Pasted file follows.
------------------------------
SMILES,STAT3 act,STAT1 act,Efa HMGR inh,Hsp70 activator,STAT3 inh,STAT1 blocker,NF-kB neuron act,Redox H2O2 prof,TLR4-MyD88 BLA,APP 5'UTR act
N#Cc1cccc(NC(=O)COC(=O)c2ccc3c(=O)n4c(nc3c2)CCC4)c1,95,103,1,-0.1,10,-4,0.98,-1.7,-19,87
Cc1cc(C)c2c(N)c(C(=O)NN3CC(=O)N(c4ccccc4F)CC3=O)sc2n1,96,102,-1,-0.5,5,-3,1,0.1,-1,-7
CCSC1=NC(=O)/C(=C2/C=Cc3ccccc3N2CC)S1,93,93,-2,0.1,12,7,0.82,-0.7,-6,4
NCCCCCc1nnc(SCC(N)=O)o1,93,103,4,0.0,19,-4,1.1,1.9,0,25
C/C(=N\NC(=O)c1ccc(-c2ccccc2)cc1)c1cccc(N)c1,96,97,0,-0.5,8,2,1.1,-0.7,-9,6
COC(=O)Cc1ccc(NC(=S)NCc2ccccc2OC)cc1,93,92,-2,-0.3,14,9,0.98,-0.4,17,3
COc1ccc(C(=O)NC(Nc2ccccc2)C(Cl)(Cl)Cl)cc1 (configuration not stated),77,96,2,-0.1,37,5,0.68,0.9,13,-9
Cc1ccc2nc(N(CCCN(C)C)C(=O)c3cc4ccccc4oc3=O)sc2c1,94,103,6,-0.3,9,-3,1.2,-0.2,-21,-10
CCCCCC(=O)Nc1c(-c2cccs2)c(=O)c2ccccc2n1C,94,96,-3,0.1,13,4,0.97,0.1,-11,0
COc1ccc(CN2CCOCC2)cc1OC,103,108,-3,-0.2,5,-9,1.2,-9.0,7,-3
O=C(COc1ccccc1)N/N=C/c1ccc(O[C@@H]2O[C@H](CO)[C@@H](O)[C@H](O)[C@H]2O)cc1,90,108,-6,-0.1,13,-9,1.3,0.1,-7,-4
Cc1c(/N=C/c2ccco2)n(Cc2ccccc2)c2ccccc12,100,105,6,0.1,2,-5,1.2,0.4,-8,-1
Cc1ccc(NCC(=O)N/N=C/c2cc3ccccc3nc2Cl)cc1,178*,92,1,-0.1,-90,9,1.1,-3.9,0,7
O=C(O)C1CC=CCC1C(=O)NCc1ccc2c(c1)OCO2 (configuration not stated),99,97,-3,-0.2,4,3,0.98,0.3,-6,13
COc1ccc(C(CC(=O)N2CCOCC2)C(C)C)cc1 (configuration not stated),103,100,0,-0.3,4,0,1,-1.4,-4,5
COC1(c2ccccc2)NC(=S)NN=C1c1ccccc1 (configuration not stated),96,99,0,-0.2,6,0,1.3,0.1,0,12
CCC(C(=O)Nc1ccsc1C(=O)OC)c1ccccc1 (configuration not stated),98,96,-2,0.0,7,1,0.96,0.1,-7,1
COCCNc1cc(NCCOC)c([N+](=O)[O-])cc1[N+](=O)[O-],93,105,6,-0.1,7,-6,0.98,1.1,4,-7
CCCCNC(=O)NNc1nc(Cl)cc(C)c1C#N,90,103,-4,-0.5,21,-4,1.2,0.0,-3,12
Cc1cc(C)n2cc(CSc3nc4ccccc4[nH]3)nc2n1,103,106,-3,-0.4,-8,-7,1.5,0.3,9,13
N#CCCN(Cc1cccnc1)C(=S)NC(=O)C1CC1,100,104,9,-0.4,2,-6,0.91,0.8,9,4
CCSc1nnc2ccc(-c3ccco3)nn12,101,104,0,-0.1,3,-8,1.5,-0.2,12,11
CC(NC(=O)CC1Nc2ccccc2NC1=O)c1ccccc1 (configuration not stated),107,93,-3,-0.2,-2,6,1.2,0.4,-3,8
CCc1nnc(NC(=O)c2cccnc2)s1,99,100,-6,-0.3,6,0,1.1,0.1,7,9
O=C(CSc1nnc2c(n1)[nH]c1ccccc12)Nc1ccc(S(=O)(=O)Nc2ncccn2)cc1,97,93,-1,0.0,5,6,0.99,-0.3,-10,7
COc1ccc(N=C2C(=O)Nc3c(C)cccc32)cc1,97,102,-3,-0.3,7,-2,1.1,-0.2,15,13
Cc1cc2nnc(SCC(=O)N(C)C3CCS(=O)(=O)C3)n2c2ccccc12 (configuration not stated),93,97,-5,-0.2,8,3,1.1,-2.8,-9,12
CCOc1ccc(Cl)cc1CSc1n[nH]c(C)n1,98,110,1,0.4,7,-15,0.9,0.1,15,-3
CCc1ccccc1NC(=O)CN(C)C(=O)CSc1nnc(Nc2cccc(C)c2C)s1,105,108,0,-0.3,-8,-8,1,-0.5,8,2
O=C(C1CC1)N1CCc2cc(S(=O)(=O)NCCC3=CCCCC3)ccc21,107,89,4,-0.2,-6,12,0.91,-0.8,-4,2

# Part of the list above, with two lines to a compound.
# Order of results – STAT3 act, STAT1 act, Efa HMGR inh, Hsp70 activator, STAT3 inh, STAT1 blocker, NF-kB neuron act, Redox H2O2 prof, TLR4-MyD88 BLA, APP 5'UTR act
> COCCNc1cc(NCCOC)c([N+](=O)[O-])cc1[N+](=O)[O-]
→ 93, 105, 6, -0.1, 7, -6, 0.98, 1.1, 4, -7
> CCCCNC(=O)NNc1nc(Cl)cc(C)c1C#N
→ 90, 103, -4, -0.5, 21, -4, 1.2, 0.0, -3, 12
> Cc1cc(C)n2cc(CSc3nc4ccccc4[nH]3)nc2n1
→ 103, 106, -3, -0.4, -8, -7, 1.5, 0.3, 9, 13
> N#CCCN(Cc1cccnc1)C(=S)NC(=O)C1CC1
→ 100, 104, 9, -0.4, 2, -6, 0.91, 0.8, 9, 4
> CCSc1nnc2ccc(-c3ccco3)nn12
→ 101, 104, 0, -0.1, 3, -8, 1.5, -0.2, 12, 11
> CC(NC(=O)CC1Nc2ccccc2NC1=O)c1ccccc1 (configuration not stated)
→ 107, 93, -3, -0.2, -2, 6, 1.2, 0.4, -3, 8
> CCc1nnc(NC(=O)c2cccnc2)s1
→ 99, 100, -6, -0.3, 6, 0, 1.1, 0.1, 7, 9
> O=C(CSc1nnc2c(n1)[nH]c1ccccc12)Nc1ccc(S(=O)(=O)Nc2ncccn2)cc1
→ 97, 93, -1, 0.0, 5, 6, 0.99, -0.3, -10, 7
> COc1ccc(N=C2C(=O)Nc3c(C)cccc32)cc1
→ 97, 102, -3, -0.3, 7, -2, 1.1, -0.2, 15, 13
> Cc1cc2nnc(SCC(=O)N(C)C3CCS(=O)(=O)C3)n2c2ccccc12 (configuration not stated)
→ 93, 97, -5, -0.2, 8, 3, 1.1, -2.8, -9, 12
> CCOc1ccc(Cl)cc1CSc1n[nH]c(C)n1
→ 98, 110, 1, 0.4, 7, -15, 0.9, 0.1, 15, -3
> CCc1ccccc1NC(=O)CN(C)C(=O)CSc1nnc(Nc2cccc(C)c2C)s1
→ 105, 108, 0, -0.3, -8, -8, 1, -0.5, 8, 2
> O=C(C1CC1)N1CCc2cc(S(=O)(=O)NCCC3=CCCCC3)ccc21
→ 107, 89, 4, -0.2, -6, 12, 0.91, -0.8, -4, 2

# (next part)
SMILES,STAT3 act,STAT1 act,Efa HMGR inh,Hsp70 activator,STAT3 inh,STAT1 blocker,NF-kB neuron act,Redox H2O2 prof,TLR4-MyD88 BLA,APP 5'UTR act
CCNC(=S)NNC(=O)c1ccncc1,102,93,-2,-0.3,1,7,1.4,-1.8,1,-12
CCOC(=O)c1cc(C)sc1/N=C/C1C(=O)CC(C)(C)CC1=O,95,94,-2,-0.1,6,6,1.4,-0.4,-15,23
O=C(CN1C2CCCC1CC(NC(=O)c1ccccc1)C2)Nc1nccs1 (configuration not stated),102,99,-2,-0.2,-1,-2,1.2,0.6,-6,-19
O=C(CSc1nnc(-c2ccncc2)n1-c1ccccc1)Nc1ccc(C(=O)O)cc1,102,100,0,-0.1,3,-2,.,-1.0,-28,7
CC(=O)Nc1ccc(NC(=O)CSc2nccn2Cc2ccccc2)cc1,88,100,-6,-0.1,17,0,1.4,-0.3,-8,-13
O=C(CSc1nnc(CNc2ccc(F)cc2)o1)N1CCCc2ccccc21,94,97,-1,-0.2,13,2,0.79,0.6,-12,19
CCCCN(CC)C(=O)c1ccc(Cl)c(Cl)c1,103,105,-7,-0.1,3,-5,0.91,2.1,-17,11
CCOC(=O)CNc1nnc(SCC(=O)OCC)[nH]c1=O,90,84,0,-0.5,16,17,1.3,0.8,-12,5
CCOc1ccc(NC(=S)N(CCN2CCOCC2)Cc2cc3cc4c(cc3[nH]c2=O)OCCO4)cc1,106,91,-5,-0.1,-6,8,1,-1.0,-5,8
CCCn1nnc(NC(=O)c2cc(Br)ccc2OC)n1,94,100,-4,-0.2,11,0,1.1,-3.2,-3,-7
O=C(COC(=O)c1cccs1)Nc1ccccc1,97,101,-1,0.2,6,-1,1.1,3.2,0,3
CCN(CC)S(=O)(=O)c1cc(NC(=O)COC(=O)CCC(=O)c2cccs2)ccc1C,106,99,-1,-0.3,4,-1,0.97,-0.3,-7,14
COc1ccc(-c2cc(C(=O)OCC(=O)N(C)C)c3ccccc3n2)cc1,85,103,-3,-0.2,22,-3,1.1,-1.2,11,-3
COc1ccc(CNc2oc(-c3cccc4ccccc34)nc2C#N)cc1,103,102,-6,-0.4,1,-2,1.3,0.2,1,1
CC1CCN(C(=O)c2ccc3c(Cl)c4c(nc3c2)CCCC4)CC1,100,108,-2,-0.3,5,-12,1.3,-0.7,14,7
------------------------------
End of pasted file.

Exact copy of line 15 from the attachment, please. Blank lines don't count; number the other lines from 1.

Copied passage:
O=C(O)C1CC=CCC1C(=O)NCc1ccc2c(c1)OCO2 (configuration not stated),99,97,-3,-0.2,4,3,0.98,0.3,-6,13